Saw blades and tooth forms

For the STANDARD, STANDARD S, EVOLUTION, CONTROL and STRIEBIG 4D models, the diameter of the standard saw blade is 303 mm. For the COMPACT model the saw blade diameter is 250 mm. The tooth width of the saw blades is 3.2 mm and the main saw blade is 2.2 mm thick. The maximum permitted saw blade width is 3.5 mm. The saw-shaft has a diameter of 30 mm and the saw blades must have secondary holes Ø 9 mm with a pitch circle of 60 mm (Compact Ø 7 mm with a pitch circle of 42 mm) so that they can be inserted into the machine.

The information below serves as a rough guide for the use of HM circular saw blades. They show a selection of the most commonly used tooth forms for circular saw blades and which materials can be best cut by them. Please note that the names of these tooth forms can differ from manufacturer to manufacturer. The correct cutting edge shapes for the individual application should be determined through recommendations of the tool manufacturers or through cutting tests.

Hollow roof flat tooth with bevel: (STRIEBIG standard saw blade)

Coated chipboard, uncoated chipboard, MDF, OSB, blockboard, plywood or multiplex boards and other general wood-based boards.

Trapezoidal flat tooth:

Longitudinal cuts of solid wood in hardwood, duroplastics (PUR, PES, epoxy resins, MF), thermoplastics (PA, PE, PP, PMMA, PS), fibre-reinforced plastics (GRP), aluminium, gypsum boards, cement-bonded boards, Alucobond and plasterboard.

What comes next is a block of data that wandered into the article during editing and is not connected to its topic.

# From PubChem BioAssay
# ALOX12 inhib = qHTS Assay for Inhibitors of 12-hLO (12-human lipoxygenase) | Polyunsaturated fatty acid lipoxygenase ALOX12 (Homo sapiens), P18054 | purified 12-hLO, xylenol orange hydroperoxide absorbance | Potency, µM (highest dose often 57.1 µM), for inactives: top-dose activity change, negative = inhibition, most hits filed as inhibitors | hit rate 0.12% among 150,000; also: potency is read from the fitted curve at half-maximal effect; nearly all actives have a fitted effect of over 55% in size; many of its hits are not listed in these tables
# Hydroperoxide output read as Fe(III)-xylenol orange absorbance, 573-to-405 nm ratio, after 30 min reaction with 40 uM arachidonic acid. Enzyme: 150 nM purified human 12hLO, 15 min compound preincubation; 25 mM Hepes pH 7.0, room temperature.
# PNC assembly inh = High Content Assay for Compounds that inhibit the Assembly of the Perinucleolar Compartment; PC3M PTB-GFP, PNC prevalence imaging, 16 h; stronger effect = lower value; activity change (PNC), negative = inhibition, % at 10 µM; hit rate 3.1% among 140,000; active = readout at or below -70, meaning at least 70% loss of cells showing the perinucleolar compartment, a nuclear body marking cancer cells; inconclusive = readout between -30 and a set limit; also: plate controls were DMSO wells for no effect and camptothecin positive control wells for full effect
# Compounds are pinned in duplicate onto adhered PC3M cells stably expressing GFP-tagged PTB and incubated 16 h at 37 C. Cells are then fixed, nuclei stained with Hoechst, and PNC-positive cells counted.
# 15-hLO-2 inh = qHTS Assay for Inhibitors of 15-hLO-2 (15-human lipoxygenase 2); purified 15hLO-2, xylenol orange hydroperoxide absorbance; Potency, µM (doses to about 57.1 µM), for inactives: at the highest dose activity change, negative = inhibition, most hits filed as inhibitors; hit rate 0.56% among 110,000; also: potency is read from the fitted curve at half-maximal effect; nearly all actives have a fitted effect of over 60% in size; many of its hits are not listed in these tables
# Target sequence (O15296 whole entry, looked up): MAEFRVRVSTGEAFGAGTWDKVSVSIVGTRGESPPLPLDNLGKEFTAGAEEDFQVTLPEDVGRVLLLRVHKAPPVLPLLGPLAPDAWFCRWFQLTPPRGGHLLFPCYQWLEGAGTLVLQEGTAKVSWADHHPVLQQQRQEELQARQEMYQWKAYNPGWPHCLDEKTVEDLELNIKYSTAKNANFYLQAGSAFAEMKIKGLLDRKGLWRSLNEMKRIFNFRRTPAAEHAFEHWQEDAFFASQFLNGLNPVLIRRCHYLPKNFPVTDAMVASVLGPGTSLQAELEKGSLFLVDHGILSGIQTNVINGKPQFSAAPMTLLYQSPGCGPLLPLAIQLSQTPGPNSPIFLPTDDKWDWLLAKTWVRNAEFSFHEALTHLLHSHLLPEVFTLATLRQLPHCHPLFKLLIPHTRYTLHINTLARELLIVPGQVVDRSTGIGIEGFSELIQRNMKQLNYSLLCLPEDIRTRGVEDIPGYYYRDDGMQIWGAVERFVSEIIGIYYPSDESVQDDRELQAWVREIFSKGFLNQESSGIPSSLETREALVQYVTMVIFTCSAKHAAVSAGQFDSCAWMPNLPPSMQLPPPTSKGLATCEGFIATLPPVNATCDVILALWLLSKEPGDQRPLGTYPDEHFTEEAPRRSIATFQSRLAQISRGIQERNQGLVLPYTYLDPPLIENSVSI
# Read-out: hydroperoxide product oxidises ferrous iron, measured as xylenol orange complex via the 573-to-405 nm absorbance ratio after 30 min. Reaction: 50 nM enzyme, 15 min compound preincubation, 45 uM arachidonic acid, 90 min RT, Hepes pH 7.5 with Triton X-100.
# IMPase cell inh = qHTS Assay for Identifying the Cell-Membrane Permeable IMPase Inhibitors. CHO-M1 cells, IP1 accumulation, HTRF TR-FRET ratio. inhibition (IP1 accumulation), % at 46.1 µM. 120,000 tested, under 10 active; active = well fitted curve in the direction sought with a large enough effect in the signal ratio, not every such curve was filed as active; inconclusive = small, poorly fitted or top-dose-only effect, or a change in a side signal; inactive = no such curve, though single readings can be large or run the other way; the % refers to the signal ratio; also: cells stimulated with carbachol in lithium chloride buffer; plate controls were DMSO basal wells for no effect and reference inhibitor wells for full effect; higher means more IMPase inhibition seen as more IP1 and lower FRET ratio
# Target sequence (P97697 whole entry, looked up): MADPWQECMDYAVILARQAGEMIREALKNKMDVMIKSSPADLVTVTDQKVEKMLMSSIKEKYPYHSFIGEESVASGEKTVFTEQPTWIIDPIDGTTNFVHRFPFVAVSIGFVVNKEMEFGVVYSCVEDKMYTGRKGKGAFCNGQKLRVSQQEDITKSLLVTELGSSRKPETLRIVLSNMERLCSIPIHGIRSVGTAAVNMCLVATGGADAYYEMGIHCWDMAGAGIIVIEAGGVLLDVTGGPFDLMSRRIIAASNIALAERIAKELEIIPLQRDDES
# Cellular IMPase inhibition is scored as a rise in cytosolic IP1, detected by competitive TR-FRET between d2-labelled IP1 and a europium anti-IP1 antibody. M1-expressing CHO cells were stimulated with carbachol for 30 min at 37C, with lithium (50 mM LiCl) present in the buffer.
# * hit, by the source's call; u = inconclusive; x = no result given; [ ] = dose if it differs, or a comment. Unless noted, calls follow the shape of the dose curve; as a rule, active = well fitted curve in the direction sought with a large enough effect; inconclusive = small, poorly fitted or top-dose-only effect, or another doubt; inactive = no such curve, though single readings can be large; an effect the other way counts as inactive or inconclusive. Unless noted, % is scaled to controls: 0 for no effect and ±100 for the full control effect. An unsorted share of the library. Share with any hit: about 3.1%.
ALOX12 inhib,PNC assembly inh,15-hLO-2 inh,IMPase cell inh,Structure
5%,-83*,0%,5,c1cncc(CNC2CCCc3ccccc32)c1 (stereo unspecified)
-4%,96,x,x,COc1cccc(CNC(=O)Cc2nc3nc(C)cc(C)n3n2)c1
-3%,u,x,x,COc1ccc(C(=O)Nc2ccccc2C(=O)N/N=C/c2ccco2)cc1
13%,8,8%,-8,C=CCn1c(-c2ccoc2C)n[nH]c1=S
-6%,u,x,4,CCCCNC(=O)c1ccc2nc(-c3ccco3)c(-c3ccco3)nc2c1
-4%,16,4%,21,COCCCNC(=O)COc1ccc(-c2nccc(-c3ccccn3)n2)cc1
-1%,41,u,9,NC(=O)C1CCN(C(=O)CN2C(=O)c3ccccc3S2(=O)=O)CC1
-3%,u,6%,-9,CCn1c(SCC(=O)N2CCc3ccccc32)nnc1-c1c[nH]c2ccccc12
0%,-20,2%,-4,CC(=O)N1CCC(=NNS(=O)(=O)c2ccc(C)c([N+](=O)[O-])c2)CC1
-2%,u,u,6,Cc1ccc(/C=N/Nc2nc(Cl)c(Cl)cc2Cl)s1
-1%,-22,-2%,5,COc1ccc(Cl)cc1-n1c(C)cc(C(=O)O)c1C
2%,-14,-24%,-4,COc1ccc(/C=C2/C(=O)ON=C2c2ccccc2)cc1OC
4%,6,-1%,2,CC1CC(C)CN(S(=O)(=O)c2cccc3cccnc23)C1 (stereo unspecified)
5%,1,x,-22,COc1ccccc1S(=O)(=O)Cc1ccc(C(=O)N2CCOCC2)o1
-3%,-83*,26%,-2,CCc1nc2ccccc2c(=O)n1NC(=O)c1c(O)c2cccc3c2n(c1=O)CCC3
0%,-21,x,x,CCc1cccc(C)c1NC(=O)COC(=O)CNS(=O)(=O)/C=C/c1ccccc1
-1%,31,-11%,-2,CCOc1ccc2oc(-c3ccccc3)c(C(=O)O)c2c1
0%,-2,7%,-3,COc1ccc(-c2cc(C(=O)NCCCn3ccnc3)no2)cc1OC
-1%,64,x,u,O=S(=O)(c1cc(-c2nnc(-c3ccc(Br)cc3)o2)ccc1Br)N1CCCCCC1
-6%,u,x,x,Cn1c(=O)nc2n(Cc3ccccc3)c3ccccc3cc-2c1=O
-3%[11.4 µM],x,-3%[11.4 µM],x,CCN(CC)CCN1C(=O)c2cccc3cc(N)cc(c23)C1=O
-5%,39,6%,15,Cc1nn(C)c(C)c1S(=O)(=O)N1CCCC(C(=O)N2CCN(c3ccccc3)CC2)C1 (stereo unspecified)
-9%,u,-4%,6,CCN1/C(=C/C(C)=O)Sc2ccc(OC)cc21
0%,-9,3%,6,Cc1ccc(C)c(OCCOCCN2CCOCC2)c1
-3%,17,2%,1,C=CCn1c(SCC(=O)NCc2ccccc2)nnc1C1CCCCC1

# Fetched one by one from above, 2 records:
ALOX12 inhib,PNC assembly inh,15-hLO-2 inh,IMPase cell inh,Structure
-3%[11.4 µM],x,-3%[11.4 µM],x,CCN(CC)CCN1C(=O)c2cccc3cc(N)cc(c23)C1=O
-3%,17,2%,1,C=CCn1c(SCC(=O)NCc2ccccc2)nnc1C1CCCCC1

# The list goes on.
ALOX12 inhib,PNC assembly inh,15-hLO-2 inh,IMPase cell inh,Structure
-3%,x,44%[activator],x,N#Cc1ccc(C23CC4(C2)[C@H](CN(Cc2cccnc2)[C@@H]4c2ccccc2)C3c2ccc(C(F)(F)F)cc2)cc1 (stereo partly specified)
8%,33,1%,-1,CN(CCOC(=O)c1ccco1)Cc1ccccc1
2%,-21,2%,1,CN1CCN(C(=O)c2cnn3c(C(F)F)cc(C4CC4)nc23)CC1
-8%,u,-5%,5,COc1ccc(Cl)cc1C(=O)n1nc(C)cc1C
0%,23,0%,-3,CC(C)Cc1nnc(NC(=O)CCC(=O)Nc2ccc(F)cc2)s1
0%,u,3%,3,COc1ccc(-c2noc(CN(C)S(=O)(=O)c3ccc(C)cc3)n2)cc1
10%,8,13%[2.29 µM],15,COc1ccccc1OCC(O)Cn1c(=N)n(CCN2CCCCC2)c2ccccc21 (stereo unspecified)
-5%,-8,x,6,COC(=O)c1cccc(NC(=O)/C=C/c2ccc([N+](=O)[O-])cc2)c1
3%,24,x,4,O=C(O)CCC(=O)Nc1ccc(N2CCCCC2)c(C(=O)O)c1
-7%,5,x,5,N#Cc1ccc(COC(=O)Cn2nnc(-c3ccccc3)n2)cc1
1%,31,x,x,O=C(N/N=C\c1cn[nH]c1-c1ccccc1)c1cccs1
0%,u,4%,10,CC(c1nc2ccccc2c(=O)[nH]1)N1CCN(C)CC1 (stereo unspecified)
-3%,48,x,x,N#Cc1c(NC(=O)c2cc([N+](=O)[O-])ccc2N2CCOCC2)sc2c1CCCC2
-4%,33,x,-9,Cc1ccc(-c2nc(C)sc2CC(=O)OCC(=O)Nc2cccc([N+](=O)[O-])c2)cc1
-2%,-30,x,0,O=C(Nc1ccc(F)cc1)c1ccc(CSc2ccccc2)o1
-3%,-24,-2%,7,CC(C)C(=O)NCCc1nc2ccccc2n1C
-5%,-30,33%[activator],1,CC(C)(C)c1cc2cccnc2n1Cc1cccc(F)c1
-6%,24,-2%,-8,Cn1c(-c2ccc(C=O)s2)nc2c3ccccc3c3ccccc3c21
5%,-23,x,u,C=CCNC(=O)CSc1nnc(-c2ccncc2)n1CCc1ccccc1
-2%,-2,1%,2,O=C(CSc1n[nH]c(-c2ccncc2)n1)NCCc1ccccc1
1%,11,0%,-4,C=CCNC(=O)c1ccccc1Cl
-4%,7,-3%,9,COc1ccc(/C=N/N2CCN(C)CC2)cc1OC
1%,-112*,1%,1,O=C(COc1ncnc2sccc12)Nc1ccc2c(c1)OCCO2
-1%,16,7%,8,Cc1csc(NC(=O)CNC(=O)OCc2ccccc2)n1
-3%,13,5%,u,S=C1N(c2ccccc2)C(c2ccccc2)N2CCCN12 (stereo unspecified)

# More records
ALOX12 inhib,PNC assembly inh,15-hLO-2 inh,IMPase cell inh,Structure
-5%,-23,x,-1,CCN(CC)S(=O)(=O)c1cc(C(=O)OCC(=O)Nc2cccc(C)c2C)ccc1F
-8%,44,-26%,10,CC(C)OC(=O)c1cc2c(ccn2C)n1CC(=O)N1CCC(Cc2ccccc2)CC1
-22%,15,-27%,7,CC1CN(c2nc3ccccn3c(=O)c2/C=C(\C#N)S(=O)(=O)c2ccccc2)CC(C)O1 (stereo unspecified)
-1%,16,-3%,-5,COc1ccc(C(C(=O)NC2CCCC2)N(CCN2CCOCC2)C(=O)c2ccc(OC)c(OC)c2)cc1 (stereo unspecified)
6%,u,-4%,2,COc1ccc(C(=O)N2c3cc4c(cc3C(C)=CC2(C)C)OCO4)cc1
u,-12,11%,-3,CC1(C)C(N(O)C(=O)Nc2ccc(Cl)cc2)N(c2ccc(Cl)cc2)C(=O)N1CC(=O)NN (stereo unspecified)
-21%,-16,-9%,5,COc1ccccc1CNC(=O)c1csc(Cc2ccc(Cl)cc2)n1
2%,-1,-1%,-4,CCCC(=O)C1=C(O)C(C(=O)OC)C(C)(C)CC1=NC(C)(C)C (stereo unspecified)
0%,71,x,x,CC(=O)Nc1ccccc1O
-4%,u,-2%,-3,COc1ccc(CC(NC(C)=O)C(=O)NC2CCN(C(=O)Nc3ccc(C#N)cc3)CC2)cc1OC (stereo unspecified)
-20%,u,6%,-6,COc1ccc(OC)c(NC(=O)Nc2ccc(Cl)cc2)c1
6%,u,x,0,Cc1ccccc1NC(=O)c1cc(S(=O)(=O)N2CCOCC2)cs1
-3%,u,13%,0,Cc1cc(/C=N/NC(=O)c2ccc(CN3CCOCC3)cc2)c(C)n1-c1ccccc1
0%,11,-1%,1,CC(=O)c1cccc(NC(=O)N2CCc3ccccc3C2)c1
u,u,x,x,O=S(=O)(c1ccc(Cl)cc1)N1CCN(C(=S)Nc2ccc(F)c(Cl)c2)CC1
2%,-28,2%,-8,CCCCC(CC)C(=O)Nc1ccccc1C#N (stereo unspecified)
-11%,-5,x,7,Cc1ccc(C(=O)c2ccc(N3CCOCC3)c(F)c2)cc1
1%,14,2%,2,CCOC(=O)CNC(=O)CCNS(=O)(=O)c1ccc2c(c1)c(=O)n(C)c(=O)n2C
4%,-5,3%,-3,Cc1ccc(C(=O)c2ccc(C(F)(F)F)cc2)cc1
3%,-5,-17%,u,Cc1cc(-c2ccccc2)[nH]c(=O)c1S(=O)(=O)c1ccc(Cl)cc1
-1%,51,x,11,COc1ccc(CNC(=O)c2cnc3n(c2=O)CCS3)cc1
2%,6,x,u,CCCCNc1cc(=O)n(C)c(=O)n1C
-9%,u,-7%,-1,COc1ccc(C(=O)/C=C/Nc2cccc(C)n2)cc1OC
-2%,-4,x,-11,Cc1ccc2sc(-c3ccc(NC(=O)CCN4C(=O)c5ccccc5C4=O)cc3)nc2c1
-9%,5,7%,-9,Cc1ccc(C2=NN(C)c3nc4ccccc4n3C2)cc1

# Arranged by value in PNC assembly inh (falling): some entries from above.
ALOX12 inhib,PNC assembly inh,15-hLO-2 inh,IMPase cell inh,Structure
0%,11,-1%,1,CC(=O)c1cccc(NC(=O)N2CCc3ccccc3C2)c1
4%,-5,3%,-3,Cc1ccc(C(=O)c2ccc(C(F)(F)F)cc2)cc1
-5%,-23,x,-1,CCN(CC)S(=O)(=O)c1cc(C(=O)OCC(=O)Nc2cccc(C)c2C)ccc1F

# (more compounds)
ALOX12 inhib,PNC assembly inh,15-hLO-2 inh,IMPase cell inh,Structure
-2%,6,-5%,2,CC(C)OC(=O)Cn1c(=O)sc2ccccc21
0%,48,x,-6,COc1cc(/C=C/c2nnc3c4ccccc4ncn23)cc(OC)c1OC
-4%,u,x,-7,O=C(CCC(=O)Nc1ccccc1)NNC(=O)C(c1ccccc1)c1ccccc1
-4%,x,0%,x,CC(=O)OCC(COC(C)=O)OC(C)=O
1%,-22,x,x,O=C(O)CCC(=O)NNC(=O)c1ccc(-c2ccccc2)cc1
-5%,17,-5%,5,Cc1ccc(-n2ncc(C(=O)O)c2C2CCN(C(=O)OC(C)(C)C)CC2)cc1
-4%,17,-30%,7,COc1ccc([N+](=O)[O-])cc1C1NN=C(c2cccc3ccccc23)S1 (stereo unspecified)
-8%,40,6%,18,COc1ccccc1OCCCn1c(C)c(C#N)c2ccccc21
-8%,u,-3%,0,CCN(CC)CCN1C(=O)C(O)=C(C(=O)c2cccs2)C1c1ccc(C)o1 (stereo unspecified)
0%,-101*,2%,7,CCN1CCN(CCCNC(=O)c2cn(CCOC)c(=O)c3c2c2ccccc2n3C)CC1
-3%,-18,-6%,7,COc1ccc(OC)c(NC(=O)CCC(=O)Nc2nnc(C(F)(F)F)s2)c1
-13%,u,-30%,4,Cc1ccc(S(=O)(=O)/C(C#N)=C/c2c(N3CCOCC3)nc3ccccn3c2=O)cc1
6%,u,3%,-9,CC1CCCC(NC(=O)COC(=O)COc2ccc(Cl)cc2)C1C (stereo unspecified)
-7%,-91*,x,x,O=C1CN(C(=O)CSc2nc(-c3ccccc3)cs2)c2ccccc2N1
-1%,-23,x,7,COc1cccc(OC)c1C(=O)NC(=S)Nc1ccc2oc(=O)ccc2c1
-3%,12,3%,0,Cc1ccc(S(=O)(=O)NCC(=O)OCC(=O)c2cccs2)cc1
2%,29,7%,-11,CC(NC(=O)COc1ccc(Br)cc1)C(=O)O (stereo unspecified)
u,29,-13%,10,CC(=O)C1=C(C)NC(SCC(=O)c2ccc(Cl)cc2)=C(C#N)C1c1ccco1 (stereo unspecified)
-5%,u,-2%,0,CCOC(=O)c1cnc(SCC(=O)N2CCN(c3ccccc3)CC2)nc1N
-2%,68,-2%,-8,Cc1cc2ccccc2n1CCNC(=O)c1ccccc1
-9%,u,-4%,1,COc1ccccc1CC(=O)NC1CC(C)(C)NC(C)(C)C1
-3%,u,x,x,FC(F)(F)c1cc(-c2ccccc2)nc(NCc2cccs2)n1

Alternating tooth:

Solid wood cross-sections in hardwood, softwood and exotic wood, uncoated chipboard, laminated wood panels, veneer, thermoplastics (PA, PE, PP, PMMA, PS), acrylic glass and mineral wool panels.

Diamond saw blades (DIA saw blades) can be used with all model types. You can also use a diamond saw blades for the scoring saw unit.

Depending on the material, the service life of diamond saw blades can be 15 to 25 times longer than with conventional HM saw blades. The higher purchase costs can be recouped through lower retooling costs and fewer sharpening cycles. Another advantage is the wide range of materials that can be processed with high cutting quality. These include decorative chipboard panels as well as MDF, blockboard, plywood or multiplex boards coated with primer film. Longitudinal and cross sections are possible in solid wood, aluminium composite panels, plastics such as Plexiglas, abrasive materials such as gypsum, solid core and mineral materials (Corian®, HiMacs, Staron), Eternit® (asbestos free), rock wool, glass fibre reinforced resin panels and fibre reinforced plastics.